The lows I suffer are small and frequent - I beat myself up a lot when I think I could have done something better than I did - I'm a workaholic and a perfectionist so it happens a lot and it means I'll never be satisfied. But I don't mind. If you're not trying to improve, what's the point?
Shifty was shot on just £100,000 over a few weeks, it must have been a pretty intense way to work?
We were stupidly short on time, money, crew, and resources. I loved it. Everyone believed in the script and the director Eran, so it meant all hands on deck, it created a really unique vibe on set. The props guys would wade into sewage to retrieve a phone because we couldn't afford a replacement, Jason Flemyng was sweeping floors in between takes. It also created a massive sense of focus - you only have two takes at each scene when you're filming literally ten pages a day instead of the usual two pages, so you roll with the punches, and have to nail it. I like working under pressure. But I can't ride tricycle's under pressure. I came off that bike at a high speed.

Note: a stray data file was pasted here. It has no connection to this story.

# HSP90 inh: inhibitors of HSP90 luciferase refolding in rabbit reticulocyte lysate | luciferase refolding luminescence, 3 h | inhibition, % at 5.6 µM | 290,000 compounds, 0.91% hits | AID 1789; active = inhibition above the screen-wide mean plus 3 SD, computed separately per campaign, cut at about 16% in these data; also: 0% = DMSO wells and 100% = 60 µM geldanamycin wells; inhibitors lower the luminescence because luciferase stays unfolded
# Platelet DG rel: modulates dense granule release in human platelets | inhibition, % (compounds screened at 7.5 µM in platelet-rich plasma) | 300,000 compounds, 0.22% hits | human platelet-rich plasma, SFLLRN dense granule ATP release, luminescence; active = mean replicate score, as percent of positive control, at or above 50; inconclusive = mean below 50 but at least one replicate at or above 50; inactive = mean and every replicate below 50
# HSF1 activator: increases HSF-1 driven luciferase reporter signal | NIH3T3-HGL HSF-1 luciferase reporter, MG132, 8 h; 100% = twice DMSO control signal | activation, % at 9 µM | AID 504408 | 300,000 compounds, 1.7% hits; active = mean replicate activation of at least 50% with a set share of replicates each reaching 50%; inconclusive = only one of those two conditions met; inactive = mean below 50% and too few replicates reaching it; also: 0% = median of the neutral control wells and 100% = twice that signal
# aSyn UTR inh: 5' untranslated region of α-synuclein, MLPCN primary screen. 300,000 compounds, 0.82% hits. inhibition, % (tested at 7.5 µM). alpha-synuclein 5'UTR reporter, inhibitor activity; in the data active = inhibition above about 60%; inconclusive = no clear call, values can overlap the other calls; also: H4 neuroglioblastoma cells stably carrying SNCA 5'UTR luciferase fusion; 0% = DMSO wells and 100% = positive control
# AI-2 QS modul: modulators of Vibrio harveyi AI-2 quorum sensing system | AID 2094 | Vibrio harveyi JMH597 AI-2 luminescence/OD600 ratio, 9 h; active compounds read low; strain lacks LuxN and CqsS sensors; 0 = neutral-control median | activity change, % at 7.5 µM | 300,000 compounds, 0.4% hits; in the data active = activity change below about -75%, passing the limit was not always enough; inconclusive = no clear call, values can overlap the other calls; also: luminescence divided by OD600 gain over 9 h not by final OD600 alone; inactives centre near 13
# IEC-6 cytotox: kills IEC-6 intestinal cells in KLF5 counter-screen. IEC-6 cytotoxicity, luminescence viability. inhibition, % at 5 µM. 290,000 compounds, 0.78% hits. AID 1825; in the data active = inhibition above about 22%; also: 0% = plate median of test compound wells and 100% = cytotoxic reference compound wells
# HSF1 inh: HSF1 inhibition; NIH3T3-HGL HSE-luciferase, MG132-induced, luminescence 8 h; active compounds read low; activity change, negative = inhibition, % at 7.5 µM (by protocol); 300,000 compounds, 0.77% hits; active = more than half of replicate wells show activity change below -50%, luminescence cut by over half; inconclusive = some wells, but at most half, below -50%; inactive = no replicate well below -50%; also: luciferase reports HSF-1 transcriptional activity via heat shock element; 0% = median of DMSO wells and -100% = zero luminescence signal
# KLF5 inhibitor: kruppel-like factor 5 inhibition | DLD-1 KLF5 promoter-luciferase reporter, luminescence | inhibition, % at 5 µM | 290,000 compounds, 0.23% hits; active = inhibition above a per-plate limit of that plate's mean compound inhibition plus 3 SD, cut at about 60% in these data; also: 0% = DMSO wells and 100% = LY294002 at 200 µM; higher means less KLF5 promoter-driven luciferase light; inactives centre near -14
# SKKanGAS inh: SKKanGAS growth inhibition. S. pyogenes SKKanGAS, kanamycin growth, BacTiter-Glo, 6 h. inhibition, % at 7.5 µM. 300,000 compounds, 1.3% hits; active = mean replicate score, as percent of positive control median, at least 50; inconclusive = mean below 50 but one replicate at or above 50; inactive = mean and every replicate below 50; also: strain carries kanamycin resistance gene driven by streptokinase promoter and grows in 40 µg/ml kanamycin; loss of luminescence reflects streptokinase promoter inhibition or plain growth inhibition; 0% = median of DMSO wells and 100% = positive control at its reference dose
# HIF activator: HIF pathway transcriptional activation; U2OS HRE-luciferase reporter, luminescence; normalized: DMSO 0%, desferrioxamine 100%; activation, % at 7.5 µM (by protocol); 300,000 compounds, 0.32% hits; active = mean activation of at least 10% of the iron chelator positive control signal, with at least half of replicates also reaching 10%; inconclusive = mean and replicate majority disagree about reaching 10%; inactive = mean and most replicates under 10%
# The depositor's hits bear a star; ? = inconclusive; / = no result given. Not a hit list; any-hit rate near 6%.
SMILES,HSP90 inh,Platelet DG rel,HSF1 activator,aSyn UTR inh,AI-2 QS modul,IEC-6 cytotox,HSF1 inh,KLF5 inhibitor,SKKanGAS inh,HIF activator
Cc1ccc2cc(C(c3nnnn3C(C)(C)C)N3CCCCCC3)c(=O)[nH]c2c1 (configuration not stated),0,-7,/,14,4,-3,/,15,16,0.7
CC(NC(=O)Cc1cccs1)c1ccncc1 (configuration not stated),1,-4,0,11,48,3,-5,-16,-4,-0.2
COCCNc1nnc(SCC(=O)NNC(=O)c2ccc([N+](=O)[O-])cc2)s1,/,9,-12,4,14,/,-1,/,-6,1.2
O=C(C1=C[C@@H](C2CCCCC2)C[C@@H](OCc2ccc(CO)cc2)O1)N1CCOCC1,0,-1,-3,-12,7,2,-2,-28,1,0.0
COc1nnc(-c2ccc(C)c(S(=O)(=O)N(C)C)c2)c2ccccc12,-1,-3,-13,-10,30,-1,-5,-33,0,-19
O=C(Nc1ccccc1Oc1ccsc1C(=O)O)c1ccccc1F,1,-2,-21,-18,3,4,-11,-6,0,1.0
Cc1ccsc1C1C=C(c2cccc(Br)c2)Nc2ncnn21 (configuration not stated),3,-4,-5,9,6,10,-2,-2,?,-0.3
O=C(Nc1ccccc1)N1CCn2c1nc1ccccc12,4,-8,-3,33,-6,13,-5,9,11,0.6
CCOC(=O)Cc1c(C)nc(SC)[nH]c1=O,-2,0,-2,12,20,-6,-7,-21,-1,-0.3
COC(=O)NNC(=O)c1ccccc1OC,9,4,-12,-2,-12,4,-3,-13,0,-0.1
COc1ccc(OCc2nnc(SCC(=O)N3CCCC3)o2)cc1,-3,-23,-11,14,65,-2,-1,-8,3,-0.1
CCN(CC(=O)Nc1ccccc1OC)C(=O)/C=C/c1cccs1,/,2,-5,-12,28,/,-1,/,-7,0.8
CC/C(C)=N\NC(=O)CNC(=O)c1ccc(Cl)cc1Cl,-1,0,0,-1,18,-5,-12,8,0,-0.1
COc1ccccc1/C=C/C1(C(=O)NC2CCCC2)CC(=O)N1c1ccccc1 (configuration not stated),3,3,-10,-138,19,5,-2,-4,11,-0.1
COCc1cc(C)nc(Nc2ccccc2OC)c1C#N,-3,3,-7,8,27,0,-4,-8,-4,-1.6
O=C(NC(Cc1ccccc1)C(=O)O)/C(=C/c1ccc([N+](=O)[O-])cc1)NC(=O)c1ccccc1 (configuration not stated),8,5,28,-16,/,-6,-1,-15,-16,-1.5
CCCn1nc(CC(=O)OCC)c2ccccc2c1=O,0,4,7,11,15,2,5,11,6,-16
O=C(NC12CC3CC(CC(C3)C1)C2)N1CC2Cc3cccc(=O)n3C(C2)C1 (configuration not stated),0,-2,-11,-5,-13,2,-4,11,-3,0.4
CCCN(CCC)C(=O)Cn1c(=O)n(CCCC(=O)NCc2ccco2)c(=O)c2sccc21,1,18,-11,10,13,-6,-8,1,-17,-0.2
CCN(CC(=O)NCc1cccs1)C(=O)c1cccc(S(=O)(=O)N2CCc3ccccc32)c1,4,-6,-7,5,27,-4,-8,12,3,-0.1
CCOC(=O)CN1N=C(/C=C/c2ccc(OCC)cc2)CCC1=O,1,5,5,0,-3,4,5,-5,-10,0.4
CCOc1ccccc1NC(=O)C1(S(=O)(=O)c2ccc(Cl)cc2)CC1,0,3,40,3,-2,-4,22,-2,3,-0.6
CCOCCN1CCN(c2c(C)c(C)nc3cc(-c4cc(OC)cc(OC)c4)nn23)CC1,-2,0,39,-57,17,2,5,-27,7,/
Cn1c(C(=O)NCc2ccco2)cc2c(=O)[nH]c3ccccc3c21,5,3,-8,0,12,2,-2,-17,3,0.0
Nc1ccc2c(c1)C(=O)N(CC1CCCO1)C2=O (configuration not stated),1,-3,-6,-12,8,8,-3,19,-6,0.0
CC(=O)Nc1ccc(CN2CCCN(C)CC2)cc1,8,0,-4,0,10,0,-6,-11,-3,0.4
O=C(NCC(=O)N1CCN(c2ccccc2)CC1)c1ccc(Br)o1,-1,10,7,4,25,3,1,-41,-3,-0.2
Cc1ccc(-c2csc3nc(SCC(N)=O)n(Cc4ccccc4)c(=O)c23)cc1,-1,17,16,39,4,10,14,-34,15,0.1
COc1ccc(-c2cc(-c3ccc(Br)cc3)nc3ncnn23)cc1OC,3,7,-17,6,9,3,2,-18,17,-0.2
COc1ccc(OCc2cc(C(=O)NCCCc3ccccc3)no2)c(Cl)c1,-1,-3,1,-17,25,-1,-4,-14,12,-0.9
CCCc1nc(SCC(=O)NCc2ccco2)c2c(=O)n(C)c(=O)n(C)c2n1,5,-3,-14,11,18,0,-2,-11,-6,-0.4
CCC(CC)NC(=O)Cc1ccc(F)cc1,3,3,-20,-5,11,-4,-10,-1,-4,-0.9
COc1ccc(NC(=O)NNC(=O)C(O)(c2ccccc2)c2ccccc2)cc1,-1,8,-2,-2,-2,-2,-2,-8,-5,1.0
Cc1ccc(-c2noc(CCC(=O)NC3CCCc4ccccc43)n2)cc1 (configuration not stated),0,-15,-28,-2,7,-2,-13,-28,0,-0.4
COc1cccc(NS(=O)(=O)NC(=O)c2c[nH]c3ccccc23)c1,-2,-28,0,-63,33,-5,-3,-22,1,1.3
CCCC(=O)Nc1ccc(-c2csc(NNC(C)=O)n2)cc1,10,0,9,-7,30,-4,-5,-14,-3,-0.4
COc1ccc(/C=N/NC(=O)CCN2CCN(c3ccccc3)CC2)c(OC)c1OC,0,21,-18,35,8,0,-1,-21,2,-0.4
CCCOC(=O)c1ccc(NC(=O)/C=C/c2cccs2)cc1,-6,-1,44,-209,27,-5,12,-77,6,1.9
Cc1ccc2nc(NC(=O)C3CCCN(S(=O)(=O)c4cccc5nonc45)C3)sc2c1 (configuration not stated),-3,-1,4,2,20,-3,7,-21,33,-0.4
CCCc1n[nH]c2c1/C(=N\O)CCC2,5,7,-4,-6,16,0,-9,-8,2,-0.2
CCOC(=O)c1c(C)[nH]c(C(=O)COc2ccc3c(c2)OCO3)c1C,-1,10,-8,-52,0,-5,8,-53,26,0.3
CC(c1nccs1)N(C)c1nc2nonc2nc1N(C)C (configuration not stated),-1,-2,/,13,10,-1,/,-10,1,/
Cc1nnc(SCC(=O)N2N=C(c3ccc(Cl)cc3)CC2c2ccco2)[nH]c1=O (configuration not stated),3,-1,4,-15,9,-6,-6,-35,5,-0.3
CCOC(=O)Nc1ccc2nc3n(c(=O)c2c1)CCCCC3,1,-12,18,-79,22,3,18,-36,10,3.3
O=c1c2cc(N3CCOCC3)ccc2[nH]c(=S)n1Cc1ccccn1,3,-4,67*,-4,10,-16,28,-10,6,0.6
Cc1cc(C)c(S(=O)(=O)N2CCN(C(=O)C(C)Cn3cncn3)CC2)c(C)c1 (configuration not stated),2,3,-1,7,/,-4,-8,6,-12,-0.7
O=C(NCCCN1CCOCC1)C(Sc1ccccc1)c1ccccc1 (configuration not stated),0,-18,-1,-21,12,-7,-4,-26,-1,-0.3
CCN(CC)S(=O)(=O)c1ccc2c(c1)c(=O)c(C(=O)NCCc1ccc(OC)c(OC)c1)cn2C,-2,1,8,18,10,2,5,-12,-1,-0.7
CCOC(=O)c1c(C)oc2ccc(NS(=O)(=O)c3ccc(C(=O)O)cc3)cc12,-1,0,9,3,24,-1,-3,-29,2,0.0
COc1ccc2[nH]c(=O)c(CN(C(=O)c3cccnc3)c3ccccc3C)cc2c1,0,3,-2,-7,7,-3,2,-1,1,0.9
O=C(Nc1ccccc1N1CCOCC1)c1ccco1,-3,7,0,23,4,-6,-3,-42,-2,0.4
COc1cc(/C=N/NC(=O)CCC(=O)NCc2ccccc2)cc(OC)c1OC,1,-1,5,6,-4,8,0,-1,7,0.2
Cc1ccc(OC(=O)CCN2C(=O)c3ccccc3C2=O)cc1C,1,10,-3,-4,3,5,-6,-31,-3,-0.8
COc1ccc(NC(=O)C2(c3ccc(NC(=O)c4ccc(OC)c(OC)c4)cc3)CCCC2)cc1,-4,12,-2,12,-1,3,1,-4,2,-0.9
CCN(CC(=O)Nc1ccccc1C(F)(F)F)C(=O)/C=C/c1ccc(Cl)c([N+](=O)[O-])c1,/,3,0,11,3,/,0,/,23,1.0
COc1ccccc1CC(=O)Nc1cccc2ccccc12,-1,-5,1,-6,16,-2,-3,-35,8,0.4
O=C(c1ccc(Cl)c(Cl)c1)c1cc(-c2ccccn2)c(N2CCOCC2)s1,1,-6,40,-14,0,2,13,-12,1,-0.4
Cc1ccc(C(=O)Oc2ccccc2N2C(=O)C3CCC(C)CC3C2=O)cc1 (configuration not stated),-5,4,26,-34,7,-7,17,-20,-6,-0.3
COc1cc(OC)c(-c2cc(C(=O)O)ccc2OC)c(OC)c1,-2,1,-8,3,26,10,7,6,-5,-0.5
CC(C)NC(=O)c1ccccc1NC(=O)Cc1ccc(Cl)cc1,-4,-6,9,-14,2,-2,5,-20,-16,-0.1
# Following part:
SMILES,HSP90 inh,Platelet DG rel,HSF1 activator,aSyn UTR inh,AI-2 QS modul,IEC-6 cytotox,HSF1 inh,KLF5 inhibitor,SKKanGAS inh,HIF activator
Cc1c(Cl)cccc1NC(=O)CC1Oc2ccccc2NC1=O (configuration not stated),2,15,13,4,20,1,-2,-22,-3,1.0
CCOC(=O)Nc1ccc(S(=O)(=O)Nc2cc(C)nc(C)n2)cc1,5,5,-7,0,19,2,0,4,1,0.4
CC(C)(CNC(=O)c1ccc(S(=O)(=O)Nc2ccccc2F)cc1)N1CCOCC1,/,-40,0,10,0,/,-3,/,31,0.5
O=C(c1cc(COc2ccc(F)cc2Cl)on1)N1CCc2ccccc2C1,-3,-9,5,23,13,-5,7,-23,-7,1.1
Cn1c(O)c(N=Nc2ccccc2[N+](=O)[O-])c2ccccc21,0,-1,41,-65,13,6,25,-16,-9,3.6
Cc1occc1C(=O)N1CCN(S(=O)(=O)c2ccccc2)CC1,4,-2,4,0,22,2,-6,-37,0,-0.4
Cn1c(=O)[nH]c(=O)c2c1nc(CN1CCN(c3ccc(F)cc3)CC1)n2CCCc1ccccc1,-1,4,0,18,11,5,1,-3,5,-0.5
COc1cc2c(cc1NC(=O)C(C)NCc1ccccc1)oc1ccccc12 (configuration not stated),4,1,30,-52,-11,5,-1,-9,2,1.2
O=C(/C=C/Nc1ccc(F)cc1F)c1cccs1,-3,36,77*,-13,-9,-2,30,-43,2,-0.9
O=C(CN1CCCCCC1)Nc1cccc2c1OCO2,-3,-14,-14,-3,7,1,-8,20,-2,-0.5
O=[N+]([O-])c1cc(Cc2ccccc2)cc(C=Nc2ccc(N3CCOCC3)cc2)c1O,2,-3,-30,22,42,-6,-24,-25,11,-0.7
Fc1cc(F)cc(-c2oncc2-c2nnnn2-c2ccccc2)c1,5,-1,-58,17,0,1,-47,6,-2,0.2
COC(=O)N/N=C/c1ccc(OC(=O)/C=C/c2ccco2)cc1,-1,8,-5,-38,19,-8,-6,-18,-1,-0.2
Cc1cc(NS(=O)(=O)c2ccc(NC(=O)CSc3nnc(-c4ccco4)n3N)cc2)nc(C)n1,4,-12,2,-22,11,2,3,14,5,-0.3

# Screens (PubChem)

When you first read the script did you think 'British cult classic', as it's now being tipped?
I thought it deserved to be - it's a universal story told in a refreshing way, and the dialogue was so natural and funny. But we were always up against it, and I knew we'd have to step up to the mark and pull it of, hope that people support it when it's made. I know people will relate to it - that thing of seeing your old friends from where you grew up and it making you revisit your old ghosts, and question your present and your future. The way Shifty tells that story is a breath of fresh air. No stereotypes, no glamorizing crime, and no depressing, worthy, docu-realism. This film treats the audience with respect and also let's then enjoy the ride.
Who gets more love from the girls, you or Daniel Mays?
Daniel's married so his loving is probably more regular, but also possibly less varied. Hahaha just joking. We're both in this to do solid interesting work, we're not really the type to have screaming fans or become poster boys, is the true and boring answer. Having said that, if you're interested, find me on myspace, haha.